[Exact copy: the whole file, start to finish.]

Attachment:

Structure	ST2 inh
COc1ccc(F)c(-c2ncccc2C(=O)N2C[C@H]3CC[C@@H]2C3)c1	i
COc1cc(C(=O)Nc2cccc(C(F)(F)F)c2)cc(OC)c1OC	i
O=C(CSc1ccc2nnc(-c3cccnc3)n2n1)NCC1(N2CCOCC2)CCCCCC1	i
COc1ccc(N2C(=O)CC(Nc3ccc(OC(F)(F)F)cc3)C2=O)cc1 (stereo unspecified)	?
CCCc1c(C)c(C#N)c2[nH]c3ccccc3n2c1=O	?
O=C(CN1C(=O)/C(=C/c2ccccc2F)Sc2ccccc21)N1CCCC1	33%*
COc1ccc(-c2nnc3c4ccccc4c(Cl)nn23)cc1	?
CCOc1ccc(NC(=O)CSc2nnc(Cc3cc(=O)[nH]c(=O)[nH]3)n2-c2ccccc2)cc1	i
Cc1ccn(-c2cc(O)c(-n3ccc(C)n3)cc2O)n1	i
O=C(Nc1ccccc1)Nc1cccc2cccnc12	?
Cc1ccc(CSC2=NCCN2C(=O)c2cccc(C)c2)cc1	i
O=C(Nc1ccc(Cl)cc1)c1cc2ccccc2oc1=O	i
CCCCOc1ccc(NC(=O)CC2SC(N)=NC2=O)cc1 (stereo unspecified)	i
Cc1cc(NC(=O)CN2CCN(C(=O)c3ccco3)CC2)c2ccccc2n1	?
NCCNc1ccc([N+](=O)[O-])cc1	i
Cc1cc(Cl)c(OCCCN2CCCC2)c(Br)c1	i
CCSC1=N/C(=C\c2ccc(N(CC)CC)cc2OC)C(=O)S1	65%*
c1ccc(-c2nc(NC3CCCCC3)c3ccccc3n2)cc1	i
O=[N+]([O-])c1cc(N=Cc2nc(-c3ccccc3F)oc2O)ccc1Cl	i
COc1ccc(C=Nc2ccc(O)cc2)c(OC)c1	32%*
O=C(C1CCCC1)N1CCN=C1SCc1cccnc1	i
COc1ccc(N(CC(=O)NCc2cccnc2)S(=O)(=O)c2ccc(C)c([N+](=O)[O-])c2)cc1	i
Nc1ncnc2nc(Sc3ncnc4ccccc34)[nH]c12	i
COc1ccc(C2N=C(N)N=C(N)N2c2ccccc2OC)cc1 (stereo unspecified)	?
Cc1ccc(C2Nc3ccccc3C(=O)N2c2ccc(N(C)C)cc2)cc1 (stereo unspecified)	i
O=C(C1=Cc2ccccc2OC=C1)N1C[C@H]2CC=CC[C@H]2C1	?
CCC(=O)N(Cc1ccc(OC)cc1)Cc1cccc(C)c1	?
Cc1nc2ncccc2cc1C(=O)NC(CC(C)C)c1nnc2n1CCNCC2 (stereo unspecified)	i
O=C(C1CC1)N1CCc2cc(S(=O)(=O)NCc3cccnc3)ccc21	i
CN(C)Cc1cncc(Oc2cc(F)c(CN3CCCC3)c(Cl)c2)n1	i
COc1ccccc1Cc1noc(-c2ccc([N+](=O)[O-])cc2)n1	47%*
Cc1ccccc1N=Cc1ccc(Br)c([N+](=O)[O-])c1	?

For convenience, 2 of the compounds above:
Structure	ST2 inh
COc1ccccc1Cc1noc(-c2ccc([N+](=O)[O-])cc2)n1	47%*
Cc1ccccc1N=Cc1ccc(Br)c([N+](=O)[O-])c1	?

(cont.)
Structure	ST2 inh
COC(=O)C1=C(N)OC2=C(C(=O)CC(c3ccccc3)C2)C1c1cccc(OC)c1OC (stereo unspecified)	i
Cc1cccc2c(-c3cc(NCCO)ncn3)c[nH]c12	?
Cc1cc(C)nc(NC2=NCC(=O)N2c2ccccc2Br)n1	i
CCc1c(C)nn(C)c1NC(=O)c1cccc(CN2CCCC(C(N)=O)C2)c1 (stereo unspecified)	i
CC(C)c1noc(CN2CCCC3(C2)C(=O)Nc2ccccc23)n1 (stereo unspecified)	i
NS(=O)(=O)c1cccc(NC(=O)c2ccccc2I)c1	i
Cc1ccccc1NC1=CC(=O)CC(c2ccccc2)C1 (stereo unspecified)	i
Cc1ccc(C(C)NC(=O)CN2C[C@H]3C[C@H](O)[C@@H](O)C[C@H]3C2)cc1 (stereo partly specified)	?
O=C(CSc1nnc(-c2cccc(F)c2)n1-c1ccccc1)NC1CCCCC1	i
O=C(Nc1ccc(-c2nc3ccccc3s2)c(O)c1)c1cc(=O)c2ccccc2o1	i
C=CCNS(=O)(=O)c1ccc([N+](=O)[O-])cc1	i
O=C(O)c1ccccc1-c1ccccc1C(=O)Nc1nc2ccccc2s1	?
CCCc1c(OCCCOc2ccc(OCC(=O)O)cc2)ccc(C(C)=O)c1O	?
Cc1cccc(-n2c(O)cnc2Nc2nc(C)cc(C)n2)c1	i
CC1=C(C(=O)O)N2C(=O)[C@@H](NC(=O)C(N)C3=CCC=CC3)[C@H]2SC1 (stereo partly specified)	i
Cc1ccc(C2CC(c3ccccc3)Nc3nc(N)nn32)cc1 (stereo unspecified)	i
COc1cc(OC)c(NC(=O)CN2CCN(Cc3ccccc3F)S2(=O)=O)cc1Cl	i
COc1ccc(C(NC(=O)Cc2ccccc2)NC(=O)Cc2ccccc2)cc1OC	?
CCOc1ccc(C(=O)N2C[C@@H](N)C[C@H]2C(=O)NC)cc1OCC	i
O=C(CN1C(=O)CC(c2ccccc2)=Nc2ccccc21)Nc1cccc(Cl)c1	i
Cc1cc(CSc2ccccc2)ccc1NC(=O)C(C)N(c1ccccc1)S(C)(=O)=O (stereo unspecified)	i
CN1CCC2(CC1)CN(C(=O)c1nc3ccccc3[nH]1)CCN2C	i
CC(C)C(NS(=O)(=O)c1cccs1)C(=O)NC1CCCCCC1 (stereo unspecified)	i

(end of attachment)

Structure	ST2 inh
COc1ccc(F)c(-c2ncccc2C(=O)N2C[C@H]3CC[C@@H]2C3)c1	i
COc1cc(C(=O)Nc2cccc(C(F)(F)F)c2)cc(OC)c1OC	i
O=C(CSc1ccc2nnc(-c3cccnc3)n2n1)NCC1(N2CCOCC2)CCCCCC1	i
COc1ccc(N2C(=O)CC(Nc3ccc(OC(F)(F)F)cc3)C2=O)cc1 (stereo unspecified)	?
CCCc1c(C)c(C#N)c2[nH]c3ccccc3n2c1=O	?
O=C(CN1C(=O)/C(=C/c2ccccc2F)Sc2ccccc21)N1CCCC1	33%*
COc1ccc(-c2nnc3c4ccccc4c(Cl)nn23)cc1	?
CCOc1ccc(NC(=O)CSc2nnc(Cc3cc(=O)[nH]c(=O)[nH]3)n2-c2ccccc2)cc1	i
Cc1ccn(-c2cc(O)c(-n3ccc(C)n3)cc2O)n1	i
O=C(Nc1ccccc1)Nc1cccc2cccnc12	?
Cc1ccc(CSC2=NCCN2C(=O)c2cccc(C)c2)cc1	i
O=C(Nc1ccc(Cl)cc1)c1cc2ccccc2oc1=O	i
CCCCOc1ccc(NC(=O)CC2SC(N)=NC2=O)cc1 (stereo unspecified)	i
Cc1cc(NC(=O)CN2CCN(C(=O)c3ccco3)CC2)c2ccccc2n1	?
NCCNc1ccc([N+](=O)[O-])cc1	i
Cc1cc(Cl)c(OCCCN2CCCC2)c(Br)c1	i
CCSC1=N/C(=C\c2ccc(N(CC)CC)cc2OC)C(=O)S1	65%*
c1ccc(-c2nc(NC3CCCCC3)c3ccccc3n2)cc1	i
O=[N+]([O-])c1cc(N=Cc2nc(-c3ccccc3F)oc2O)ccc1Cl	i
COc1ccc(C=Nc2ccc(O)cc2)c(OC)c1	32%*
O=C(C1CCCC1)N1CCN=C1SCc1cccnc1	i
COc1ccc(N(CC(=O)NCc2cccnc2)S(=O)(=O)c2ccc(C)c([N+](=O)[O-])c2)cc1	i
Nc1ncnc2nc(Sc3ncnc4ccccc34)[nH]c12	i
COc1ccc(C2N=C(N)N=C(N)N2c2ccccc2OC)cc1 (stereo unspecified)	?
Cc1ccc(C2Nc3ccccc3C(=O)N2c2ccc(N(C)C)cc2)cc1 (stereo unspecified)	i
O=C(C1=Cc2ccccc2OC=C1)N1C[C@H]2CC=CC[C@H]2C1	?
CCC(=O)N(Cc1ccc(OC)cc1)Cc1cccc(C)c1	?
Cc1nc2ncccc2cc1C(=O)NC(CC(C)C)c1nnc2n1CCNCC2 (stereo unspecified)	i
O=C(C1CC1)N1CCc2cc(S(=O)(=O)NCc3cccnc3)ccc21	i
CN(C)Cc1cncc(Oc2cc(F)c(CN3CCCC3)c(Cl)c2)n1	i
COc1ccccc1Cc1noc(-c2ccc([N+](=O)[O-])cc2)n1	47%*
Cc1ccccc1N=Cc1ccc(Br)c([N+](=O)[O-])c1	?

For convenience, 2 of the compounds above:
Structure	ST2 inh
COc1ccccc1Cc1noc(-c2ccc([N+](=O)[O-])cc2)n1	47%*
Cc1ccccc1N=Cc1ccc(Br)c([N+](=O)[O-])c1	?

(cont.)
Structure	ST2 inh
COC(=O)C1=C(N)OC2=C(C(=O)CC(c3ccccc3)C2)C1c1cccc(OC)c1OC (stereo unspecified)	i
Cc1cccc2c(-c3cc(NCCO)ncn3)c[nH]c12	?
Cc1cc(C)nc(NC2=NCC(=O)N2c2ccccc2Br)n1	i
CCc1c(C)nn(C)c1NC(=O)c1cccc(CN2CCCC(C(N)=O)C2)c1 (stereo unspecified)	i
CC(C)c1noc(CN2CCCC3(C2)C(=O)Nc2ccccc23)n1 (stereo unspecified)	i
NS(=O)(=O)c1cccc(NC(=O)c2ccccc2I)c1	i
Cc1ccccc1NC1=CC(=O)CC(c2ccccc2)C1 (stereo unspecified)	i
Cc1ccc(C(C)NC(=O)CN2C[C@H]3C[C@H](O)[C@@H](O)C[C@H]3C2)cc1 (stereo partly specified)	?
O=C(CSc1nnc(-c2cccc(F)c2)n1-c1ccccc1)NC1CCCCC1	i
O=C(Nc1ccc(-c2nc3ccccc3s2)c(O)c1)c1cc(=O)c2ccccc2o1	i
C=CCNS(=O)(=O)c1ccc([N+](=O)[O-])cc1	i
O=C(O)c1ccccc1-c1ccccc1C(=O)Nc1nc2ccccc2s1	?
CCCc1c(OCCCOc2ccc(OCC(=O)O)cc2)ccc(C(C)=O)c1O	?
Cc1cccc(-n2c(O)cnc2Nc2nc(C)cc(C)n2)c1	i
CC1=C(C(=O)O)N2C(=O)[C@@H](NC(=O)C(N)C3=CCC=CC3)[C@H]2SC1 (stereo partly specified)	i
Cc1ccc(C2CC(c3ccccc3)Nc3nc(N)nn32)cc1 (stereo unspecified)	i
COc1cc(OC)c(NC(=O)CN2CCN(Cc3ccccc3F)S2(=O)=O)cc1Cl	i
COc1ccc(C(NC(=O)Cc2ccccc2)NC(=O)Cc2ccccc2)cc1OC	?
CCOc1ccc(C(=O)N2C[C@@H](N)C[C@H]2C(=O)NC)cc1OCC	i
O=C(CN1C(=O)CC(c2ccccc2)=Nc2ccccc21)Nc1cccc(Cl)c1	i
Cc1cc(CSc2ccccc2)ccc1NC(=O)C(C)N(c1ccccc1)S(C)(=O)=O (stereo unspecified)	i
CN1CCC2(CC1)CN(C(=O)c1nc3ccccc3[nH]1)CCN2C	i
CC(C)C(NS(=O)(=O)c1cccs1)C(=O)NC1CCCCCC1 (stereo unspecified)	i